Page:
Director Responds to Recent Revelations in ‘Roman Polanski’ Doc

This morning I received a statement from Marina Zenovich, the director of the much talked about documentary Roman Polanski: Wanted and Desired in response to yesterday’s revelation from former prosecutor, David Wells, saying he lied when making statements in said documentary. Here is the snippet from former Los Angeles District Attorney Marcia Clark’s article in The Daily Beast I ran yesterday:

“I lied,” Wells told me yesterday, referring to his comments in the movie that he told [Judge Rittenband] how he could renege on a plea bargain agreement and send Polanski back to jail after he had been released from a 42-day psychiatric evaluation — the heart of Polanski’s claims of prosecutorial and judicial misconduct. “I know I shouldn’t have done it, but I did. The director of the documentary told me it would never air in the States. I thought it made a better story if I said I’d told the judge what to do.”

I have said all I am going to say about this matter to this point and don’t think I need to add anything extra, but it is important I share Zenovich’s statement, and am sure to make known I in no way feel any of this is her fault or makes her documentary any less relevant, just not relevant when it comes to sourcing it in a legal matter. She has no way of knowing Wells was lying or perhaps is no lying about lying if you can wrap your head around that. Either way, here is her statement in full:

“I am perplexed by the timing of David Wells’ statement to the press that he lied in his interview with me for the documentary Roman Polanski: Wanted and Desired. Since June of 2008, the film has been quite visible on U.S. television via HBO, in theaters and on DVD, so it is odd that David Wells has not brought this issue to my attention before.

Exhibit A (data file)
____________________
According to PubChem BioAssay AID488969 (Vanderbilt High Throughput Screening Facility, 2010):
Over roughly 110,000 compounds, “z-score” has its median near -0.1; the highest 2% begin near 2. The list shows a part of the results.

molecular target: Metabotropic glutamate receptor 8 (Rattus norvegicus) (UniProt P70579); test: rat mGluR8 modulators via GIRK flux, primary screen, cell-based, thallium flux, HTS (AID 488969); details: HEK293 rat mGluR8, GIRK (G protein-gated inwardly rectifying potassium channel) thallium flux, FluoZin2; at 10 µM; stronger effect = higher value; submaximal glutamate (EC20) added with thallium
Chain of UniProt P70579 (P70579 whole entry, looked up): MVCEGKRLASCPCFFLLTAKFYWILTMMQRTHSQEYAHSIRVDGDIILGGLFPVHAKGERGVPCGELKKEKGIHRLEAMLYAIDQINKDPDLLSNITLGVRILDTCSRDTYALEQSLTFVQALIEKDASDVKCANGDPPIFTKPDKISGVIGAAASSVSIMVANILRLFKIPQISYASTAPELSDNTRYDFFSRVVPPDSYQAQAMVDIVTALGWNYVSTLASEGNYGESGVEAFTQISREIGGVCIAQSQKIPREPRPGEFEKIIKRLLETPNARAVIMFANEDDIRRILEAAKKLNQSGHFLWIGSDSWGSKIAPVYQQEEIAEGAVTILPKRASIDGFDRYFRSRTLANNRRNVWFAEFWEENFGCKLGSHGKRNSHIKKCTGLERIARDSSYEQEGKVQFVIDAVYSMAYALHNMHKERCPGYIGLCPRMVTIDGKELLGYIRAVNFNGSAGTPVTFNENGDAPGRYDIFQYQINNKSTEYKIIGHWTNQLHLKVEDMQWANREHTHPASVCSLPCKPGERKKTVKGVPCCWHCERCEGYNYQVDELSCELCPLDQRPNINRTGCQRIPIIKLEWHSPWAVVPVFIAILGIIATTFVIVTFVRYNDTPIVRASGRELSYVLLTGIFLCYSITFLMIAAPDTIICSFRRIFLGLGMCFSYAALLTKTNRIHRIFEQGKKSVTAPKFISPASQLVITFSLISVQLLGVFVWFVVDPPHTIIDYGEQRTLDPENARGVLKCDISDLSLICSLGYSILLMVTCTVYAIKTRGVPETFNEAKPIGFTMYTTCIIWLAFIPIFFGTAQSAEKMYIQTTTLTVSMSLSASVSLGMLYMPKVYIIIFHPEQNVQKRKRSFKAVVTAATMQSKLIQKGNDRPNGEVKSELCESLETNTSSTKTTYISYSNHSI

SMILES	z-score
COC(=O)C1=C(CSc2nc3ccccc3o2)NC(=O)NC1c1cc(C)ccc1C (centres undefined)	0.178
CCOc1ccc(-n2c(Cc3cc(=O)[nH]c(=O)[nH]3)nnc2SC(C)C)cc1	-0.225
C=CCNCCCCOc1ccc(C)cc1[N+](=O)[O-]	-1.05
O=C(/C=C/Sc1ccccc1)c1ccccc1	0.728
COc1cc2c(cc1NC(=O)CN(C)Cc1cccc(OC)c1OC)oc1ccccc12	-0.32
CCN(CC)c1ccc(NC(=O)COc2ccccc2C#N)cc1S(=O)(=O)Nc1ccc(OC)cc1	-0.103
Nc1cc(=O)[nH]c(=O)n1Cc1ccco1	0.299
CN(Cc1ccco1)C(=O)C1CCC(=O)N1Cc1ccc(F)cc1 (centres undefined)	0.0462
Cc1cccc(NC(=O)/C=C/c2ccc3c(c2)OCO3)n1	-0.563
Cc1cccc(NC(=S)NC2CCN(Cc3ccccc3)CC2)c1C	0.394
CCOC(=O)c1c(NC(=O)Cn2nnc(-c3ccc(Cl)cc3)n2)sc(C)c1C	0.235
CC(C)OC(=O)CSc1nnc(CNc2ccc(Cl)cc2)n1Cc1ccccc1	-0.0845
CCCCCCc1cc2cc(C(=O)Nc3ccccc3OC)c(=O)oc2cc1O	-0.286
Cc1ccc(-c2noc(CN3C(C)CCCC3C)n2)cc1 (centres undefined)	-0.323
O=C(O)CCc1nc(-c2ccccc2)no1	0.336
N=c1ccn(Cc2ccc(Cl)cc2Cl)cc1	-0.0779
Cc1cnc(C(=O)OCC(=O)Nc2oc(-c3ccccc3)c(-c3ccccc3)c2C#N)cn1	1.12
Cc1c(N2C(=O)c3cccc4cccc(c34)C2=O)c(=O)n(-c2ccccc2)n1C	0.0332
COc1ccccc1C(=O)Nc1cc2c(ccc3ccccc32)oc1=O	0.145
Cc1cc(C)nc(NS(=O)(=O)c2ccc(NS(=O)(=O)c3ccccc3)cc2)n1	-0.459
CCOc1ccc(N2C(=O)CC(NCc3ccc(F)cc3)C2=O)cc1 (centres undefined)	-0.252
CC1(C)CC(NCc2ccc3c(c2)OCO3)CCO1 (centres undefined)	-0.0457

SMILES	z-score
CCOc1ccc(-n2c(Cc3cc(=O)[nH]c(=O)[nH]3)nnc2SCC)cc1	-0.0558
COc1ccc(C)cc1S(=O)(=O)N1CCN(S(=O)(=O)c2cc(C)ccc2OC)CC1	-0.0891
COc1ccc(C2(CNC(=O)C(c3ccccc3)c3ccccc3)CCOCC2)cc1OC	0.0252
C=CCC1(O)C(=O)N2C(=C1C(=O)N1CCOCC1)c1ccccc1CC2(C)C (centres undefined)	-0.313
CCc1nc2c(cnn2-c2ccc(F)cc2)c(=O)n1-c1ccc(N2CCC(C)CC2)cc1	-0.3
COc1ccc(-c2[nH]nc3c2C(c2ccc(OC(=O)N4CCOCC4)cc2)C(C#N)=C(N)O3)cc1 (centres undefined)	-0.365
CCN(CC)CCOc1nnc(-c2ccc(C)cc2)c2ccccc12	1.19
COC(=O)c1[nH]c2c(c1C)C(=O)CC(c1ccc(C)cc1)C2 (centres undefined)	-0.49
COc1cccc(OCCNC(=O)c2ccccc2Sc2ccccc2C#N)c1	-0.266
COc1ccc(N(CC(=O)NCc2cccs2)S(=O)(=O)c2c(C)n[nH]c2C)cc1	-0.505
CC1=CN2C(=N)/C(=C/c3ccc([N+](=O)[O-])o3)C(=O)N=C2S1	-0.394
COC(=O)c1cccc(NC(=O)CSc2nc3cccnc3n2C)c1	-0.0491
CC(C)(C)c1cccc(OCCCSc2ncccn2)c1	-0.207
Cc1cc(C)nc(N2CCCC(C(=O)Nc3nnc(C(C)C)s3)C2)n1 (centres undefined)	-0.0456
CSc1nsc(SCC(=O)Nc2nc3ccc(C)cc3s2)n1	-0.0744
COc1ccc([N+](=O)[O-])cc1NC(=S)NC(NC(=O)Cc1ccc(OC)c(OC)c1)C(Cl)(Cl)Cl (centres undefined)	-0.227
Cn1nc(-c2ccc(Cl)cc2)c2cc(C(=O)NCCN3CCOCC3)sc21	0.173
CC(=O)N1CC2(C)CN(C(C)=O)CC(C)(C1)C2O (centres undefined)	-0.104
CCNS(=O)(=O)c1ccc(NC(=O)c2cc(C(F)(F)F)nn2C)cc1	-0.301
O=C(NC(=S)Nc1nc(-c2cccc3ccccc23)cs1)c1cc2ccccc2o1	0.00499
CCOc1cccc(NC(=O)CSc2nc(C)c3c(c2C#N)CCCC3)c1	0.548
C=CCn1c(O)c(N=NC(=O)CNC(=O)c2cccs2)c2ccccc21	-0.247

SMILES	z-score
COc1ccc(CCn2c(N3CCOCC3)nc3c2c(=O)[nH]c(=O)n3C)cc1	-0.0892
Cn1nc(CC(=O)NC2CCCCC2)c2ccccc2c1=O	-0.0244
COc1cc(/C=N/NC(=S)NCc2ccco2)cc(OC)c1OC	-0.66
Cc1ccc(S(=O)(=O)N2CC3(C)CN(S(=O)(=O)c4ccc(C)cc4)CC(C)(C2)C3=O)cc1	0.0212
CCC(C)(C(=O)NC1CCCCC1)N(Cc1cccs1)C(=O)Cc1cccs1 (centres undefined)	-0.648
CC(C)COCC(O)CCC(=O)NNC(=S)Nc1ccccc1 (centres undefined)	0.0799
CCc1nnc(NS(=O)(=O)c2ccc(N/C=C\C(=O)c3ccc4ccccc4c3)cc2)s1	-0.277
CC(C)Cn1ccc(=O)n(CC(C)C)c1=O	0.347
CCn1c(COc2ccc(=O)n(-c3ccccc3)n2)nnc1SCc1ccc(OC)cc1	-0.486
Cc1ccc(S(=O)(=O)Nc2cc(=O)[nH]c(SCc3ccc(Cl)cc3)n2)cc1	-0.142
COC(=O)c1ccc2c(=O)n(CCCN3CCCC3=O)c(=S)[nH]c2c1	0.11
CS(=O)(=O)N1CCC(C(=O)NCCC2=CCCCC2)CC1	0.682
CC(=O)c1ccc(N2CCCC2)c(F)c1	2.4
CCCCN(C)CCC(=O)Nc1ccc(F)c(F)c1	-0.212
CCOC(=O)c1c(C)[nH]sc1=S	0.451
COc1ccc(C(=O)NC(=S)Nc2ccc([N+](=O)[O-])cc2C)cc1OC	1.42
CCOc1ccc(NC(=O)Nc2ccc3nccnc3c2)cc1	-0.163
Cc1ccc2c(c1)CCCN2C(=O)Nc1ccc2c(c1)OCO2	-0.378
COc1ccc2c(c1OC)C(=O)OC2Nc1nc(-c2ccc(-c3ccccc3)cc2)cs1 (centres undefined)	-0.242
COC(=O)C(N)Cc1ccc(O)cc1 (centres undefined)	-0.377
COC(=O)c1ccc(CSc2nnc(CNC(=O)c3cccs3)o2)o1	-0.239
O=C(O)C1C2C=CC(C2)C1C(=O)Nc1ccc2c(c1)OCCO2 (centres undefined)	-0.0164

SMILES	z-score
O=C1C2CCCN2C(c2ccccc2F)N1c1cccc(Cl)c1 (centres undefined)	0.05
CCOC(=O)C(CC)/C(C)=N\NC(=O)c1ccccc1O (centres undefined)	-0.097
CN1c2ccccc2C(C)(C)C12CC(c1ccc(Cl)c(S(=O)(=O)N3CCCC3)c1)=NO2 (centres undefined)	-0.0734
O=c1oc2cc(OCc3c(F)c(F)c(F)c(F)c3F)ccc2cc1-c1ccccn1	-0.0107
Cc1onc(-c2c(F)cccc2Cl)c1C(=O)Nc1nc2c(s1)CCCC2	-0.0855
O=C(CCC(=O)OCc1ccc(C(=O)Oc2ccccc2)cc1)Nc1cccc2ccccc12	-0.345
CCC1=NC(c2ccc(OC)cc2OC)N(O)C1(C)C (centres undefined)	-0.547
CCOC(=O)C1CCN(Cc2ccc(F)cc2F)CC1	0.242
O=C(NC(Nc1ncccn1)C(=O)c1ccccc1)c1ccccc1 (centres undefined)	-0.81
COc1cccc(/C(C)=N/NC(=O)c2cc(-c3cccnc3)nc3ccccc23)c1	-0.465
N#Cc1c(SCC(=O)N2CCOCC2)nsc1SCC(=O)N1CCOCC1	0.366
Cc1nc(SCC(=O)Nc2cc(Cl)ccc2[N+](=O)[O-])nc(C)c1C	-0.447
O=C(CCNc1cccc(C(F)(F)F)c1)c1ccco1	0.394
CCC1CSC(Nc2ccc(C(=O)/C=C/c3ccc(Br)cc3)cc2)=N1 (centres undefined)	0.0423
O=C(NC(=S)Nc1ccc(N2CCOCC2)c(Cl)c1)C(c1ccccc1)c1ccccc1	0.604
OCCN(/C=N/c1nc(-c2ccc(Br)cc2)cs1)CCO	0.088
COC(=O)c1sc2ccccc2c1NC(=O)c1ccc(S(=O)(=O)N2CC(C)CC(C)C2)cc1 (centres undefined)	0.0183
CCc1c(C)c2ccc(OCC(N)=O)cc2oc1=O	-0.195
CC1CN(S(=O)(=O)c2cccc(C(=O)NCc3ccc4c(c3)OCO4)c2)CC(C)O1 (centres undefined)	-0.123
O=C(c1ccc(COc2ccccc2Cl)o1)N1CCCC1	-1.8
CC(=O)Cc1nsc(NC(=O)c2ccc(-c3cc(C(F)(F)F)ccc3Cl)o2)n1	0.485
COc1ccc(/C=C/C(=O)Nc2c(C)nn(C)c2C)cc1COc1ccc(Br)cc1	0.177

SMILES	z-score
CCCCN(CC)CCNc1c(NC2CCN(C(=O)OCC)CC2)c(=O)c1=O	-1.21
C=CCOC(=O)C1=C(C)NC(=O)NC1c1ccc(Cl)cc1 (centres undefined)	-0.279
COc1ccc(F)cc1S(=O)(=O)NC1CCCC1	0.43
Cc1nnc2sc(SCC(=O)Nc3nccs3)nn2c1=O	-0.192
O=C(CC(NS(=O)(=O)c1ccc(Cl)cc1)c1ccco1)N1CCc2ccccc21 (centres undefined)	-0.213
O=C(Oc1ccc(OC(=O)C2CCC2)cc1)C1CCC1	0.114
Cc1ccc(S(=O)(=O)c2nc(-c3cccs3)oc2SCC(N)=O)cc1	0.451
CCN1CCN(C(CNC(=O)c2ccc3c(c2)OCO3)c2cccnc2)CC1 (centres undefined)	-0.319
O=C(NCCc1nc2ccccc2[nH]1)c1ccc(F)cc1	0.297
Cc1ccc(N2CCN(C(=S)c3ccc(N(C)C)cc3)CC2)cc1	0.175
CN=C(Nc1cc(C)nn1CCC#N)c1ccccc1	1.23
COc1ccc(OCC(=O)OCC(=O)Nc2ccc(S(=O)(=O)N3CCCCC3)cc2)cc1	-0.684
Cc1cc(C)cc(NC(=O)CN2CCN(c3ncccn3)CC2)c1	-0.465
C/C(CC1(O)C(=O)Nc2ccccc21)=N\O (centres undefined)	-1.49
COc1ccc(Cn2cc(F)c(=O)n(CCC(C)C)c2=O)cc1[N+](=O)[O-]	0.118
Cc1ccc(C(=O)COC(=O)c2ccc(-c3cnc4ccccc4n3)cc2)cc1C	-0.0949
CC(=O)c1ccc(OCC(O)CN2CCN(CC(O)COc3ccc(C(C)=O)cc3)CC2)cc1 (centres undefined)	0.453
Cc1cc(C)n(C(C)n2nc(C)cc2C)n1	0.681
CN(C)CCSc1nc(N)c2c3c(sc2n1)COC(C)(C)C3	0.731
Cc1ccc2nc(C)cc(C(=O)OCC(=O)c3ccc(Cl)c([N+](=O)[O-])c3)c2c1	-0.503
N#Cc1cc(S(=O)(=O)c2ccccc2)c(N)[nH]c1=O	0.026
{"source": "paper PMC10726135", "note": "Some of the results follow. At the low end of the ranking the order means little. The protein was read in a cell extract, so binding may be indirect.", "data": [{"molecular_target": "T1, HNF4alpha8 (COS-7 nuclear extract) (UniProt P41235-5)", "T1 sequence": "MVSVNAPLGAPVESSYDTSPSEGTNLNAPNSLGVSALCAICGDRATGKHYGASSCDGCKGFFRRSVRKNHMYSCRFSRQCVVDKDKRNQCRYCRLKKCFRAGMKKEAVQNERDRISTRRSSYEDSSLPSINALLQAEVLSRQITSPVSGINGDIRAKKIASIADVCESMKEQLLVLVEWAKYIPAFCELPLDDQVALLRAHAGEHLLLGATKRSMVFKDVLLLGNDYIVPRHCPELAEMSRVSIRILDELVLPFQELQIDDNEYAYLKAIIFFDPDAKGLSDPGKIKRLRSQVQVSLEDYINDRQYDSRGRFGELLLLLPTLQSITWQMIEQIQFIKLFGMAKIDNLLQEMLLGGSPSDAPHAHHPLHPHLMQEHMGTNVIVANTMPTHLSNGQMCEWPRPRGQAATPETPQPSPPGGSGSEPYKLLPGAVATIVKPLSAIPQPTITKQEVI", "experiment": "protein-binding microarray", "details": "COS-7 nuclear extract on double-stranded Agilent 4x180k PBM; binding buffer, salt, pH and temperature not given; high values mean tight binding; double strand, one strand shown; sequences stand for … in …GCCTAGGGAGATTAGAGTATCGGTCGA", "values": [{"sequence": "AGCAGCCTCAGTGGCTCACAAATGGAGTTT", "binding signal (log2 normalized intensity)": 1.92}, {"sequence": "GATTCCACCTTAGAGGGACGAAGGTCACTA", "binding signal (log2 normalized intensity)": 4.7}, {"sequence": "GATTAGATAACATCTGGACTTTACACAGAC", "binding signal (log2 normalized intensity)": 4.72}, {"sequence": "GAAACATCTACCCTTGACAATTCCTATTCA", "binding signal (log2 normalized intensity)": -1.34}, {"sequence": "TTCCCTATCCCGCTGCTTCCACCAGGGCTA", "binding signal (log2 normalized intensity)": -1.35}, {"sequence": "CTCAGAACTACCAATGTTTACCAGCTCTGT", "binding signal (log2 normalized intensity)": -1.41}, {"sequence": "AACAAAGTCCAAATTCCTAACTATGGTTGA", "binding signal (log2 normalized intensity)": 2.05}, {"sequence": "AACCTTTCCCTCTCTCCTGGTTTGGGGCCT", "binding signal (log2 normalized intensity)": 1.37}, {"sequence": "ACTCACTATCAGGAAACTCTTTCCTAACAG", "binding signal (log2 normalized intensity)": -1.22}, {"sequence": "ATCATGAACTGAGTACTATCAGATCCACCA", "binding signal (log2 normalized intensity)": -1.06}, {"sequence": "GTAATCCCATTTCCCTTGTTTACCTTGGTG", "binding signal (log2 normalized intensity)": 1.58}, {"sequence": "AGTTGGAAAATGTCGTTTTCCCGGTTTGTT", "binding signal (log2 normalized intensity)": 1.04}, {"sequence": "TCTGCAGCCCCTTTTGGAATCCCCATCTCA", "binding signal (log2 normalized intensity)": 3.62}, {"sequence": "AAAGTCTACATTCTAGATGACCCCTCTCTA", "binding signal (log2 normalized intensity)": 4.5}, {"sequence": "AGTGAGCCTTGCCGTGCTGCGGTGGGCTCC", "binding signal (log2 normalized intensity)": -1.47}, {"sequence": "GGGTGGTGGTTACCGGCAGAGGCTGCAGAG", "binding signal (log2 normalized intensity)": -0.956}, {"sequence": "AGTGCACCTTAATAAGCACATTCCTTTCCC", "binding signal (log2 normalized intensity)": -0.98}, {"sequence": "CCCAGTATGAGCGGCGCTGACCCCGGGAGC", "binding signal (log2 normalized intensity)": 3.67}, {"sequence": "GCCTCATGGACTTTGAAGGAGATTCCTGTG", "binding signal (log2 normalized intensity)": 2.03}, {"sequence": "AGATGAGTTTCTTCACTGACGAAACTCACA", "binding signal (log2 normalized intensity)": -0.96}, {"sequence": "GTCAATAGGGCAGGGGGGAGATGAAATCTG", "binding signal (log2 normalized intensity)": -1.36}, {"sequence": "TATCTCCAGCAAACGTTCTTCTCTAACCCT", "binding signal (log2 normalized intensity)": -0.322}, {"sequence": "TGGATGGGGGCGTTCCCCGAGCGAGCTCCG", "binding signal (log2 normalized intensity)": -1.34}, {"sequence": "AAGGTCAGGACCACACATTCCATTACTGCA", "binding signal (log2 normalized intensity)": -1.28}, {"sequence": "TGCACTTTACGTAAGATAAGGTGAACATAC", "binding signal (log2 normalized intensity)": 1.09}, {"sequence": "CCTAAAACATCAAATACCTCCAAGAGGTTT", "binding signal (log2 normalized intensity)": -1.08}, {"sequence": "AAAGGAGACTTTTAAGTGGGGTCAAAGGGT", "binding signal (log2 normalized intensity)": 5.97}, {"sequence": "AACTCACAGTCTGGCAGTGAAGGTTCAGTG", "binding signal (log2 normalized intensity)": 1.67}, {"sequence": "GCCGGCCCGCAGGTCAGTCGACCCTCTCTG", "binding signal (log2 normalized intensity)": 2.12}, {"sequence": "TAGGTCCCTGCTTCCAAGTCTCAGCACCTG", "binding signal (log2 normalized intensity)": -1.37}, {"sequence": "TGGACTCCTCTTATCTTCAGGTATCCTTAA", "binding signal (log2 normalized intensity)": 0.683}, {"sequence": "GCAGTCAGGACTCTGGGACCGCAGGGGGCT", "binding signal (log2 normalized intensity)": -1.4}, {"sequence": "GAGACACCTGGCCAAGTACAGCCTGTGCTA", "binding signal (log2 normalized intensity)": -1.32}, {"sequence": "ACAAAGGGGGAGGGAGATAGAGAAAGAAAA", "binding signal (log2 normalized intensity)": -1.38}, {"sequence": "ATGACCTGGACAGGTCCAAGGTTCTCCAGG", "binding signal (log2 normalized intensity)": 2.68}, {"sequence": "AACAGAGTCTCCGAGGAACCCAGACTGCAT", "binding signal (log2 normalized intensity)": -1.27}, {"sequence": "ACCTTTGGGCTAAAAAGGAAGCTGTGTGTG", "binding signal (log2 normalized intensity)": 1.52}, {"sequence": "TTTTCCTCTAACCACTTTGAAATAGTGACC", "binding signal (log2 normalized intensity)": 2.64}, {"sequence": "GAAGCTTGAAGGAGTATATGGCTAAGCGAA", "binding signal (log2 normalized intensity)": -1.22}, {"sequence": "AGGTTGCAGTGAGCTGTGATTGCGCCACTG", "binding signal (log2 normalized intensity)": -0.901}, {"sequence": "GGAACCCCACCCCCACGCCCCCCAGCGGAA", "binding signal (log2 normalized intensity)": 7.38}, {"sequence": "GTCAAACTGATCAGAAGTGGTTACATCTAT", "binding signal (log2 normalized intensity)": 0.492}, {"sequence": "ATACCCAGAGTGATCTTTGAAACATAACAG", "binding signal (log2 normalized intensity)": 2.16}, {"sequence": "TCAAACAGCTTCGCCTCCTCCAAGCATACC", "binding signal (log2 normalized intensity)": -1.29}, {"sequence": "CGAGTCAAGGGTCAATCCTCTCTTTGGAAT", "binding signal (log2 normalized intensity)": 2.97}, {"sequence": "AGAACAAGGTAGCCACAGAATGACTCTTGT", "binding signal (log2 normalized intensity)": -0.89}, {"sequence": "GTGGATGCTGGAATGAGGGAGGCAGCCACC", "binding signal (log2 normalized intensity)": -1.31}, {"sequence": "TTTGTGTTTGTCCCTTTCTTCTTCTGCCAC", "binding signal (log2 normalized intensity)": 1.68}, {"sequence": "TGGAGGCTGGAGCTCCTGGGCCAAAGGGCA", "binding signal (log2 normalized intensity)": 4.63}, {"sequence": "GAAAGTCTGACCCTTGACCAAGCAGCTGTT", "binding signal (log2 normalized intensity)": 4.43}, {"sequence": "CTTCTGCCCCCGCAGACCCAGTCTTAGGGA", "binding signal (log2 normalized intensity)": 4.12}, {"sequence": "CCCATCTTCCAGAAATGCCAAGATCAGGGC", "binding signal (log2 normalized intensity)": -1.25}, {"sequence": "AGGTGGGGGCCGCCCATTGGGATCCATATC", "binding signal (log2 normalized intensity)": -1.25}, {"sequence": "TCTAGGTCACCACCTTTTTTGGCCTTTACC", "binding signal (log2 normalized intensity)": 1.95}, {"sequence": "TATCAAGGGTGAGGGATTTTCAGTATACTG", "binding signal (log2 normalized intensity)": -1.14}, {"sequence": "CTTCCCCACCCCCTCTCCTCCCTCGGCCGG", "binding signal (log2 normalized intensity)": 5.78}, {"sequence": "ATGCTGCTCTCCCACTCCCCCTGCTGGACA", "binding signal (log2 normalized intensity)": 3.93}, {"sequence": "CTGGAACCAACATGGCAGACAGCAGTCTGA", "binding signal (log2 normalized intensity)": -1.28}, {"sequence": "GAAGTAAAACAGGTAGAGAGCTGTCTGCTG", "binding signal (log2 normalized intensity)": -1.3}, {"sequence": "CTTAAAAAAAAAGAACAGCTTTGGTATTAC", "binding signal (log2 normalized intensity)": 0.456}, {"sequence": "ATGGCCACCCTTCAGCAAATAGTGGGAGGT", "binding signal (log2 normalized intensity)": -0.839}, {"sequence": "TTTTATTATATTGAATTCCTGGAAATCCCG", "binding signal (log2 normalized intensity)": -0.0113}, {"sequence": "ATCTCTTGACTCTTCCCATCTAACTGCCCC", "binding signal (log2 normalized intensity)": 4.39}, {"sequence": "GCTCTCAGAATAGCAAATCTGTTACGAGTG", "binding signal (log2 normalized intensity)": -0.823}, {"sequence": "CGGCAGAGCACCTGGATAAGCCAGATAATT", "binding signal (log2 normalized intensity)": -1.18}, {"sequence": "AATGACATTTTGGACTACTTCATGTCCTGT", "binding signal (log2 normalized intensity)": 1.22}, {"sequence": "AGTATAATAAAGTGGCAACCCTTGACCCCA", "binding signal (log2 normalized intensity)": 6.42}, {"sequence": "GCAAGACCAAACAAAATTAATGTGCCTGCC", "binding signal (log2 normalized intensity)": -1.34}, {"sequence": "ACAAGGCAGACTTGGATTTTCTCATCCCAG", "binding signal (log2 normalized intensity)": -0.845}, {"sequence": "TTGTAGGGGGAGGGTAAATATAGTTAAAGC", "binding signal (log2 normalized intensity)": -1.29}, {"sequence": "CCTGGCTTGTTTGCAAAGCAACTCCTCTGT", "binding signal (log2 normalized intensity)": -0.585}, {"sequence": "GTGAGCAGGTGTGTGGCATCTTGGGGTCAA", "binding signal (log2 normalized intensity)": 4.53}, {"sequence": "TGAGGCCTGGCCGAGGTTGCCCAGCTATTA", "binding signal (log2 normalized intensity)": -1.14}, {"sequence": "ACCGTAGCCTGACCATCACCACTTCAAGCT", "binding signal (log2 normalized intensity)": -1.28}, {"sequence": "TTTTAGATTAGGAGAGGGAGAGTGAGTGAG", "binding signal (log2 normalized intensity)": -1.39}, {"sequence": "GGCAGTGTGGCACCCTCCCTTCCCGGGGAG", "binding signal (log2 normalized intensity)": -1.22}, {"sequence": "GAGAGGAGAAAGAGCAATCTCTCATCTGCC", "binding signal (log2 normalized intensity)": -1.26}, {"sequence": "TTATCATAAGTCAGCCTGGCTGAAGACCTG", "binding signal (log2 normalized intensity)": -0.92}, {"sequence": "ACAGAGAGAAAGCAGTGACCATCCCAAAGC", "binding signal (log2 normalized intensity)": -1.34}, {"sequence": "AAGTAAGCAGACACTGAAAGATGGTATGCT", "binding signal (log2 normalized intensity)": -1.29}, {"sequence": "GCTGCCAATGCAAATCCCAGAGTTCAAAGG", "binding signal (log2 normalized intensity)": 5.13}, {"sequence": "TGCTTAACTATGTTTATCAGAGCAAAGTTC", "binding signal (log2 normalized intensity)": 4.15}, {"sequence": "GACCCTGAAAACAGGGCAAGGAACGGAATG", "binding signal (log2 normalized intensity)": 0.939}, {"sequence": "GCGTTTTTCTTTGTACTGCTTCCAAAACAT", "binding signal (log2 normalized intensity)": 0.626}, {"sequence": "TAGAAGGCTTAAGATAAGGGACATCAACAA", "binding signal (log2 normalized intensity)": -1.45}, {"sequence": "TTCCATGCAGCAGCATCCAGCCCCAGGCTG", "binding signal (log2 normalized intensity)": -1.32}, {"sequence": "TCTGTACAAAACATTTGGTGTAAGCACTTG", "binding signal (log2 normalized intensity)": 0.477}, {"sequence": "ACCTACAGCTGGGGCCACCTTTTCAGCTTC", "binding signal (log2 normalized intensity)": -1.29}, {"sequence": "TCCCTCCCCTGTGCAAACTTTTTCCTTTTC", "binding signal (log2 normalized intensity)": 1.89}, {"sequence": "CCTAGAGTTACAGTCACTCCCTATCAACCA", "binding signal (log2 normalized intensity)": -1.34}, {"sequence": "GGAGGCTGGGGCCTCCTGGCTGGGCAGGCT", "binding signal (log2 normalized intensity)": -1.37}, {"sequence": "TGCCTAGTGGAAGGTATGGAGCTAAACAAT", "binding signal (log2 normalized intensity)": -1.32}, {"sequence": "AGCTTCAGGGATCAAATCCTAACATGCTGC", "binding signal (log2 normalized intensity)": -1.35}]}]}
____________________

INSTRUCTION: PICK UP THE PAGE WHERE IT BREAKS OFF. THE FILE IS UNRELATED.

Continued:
“For the record, on the day I filmed Mr. Wells at the Malibu Courthouse, February 11, 2005, he gave me a one-hour interview. He signed a release like all my other interviewees, giving me permission to use his interview in the documentary worldwide. At no time did I tell him that the film would not air in the United States.

“Mr. Wells was always friendly and open with me. At no point in the four years since our interview has he ever raised any issues about its content. In fact, in a July 2008 story in The New York Times, Mr. Wells corroborated the account of events that he gave in my film.

“I am astonished that he has now changed his story. It is a sad day for documentary filmmakers when something like this happens.”

It’s unfortunate it’s come to this, but Wells has now discredited himself entirely and has surely caused major problems when it comes to Polanski’s defense team who was most certainly looking at his statements as beneficial.

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